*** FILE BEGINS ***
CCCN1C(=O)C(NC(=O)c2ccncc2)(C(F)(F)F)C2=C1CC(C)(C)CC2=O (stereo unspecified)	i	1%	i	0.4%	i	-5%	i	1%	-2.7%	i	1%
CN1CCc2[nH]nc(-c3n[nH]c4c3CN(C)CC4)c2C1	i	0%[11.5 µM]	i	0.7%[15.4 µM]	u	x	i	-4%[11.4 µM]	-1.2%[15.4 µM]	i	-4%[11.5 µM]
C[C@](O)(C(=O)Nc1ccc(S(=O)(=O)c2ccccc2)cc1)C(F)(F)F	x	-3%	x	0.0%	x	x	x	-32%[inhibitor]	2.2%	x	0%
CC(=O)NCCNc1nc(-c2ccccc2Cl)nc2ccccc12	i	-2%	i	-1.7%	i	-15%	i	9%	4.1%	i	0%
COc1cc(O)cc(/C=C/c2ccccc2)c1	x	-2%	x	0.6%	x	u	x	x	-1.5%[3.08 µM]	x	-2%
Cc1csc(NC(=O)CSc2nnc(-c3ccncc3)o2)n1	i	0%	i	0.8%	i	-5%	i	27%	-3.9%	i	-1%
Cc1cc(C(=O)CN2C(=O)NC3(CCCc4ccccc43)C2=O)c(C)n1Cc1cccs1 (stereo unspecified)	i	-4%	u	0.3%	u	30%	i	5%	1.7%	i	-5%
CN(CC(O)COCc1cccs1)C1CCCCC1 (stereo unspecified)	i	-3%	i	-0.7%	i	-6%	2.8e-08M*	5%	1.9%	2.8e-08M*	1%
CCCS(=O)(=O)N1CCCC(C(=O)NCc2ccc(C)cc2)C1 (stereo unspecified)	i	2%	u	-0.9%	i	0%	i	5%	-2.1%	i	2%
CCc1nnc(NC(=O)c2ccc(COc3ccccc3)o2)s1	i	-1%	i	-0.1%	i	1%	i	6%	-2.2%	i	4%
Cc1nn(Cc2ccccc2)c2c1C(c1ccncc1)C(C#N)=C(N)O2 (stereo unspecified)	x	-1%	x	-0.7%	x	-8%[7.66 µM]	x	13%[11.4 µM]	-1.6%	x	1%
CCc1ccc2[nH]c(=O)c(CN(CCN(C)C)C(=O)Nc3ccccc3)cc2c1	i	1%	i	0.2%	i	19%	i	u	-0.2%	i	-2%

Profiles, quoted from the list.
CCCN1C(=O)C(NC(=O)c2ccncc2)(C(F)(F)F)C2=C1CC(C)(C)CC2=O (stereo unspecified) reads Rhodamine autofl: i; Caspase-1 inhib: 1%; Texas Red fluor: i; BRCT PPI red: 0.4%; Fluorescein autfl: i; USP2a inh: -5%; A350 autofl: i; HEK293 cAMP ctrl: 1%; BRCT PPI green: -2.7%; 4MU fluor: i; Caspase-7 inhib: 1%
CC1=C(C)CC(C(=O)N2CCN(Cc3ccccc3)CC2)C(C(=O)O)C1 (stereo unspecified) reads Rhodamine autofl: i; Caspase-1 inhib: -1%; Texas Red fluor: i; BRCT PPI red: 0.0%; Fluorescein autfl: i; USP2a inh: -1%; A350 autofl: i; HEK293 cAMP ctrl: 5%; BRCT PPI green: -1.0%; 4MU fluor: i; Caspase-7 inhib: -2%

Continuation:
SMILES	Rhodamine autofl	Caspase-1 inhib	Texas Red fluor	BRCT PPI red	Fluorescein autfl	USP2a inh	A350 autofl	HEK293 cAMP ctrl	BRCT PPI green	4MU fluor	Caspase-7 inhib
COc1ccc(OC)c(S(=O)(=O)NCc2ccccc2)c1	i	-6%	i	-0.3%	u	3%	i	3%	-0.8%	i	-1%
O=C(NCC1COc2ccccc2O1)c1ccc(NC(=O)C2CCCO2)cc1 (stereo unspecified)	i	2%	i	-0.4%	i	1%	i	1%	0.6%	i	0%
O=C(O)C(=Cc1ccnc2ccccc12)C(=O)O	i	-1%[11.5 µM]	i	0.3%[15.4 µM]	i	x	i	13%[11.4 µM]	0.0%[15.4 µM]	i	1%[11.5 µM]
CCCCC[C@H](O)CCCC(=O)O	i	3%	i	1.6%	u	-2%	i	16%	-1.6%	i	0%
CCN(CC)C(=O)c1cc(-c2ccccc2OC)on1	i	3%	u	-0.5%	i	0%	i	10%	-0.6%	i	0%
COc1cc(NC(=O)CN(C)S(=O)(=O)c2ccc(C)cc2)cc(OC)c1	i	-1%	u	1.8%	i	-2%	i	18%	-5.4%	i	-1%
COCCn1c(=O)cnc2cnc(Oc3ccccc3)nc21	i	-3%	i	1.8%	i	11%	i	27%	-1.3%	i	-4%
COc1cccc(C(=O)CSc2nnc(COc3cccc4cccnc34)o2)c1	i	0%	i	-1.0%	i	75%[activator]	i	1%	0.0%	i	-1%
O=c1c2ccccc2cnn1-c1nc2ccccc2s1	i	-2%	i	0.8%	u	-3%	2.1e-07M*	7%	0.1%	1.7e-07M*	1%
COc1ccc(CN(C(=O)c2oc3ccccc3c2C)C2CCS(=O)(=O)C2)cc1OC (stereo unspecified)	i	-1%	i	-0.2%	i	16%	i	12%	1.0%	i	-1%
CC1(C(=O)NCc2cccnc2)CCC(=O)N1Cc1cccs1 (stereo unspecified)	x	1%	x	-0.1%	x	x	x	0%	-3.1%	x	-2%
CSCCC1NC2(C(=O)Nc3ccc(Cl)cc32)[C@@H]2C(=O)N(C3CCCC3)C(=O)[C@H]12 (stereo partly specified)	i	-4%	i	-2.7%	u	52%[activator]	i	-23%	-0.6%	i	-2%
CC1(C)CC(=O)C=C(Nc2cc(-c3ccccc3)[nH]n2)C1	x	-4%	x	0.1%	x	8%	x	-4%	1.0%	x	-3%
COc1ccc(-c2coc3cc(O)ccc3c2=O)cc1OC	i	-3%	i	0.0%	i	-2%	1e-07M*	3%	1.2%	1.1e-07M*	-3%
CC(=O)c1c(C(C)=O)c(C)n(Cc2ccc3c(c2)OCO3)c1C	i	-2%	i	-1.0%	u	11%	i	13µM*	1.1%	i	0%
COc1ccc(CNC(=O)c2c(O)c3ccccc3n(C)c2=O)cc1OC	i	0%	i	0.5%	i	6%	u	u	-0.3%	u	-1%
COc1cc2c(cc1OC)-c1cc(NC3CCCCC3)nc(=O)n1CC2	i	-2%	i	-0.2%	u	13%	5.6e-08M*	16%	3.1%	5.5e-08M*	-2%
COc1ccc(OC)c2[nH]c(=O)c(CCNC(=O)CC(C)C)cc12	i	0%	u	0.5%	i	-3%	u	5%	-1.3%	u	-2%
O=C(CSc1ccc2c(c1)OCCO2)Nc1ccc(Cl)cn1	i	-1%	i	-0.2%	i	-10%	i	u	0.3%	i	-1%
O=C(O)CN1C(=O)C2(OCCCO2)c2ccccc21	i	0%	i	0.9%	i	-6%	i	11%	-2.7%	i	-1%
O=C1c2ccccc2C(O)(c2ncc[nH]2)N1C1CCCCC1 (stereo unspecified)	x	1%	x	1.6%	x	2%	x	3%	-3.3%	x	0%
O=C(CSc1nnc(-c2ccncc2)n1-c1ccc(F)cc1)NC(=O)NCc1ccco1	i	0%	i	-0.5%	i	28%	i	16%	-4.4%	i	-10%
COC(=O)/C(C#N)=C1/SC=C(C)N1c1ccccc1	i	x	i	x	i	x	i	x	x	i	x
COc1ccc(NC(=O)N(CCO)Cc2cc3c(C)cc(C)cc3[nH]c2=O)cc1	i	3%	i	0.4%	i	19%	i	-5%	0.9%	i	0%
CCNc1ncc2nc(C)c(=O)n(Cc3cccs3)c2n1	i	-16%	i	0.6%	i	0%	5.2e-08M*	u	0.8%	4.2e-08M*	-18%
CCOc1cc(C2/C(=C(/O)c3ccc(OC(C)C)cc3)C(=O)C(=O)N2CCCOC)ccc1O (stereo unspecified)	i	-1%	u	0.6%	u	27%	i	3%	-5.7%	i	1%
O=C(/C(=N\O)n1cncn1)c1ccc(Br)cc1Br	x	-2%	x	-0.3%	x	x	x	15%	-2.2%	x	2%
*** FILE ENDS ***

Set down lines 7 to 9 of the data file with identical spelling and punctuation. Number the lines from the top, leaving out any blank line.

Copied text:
Cc1cc(C(=O)CN2C(=O)NC3(CCCc4ccccc43)C2=O)c(C)n1Cc1cccs1 (stereo unspecified)	i	-4%	u	0.3%	u	30%	i	5%	1.7%	i	-5%
CN(CC(O)COCc1cccs1)C1CCCCC1 (stereo unspecified)	i	-3%	i	-0.7%	i	-6%	2.8e-08M*	5%	1.9%	2.8e-08M*	1%
CCCS(=O)(=O)N1CCCC(C(=O)NCc2ccc(C)cc2)C1 (stereo unspecified)	i	2%	u	-0.9%	i	0%	i	5%	-2.1%	i	2%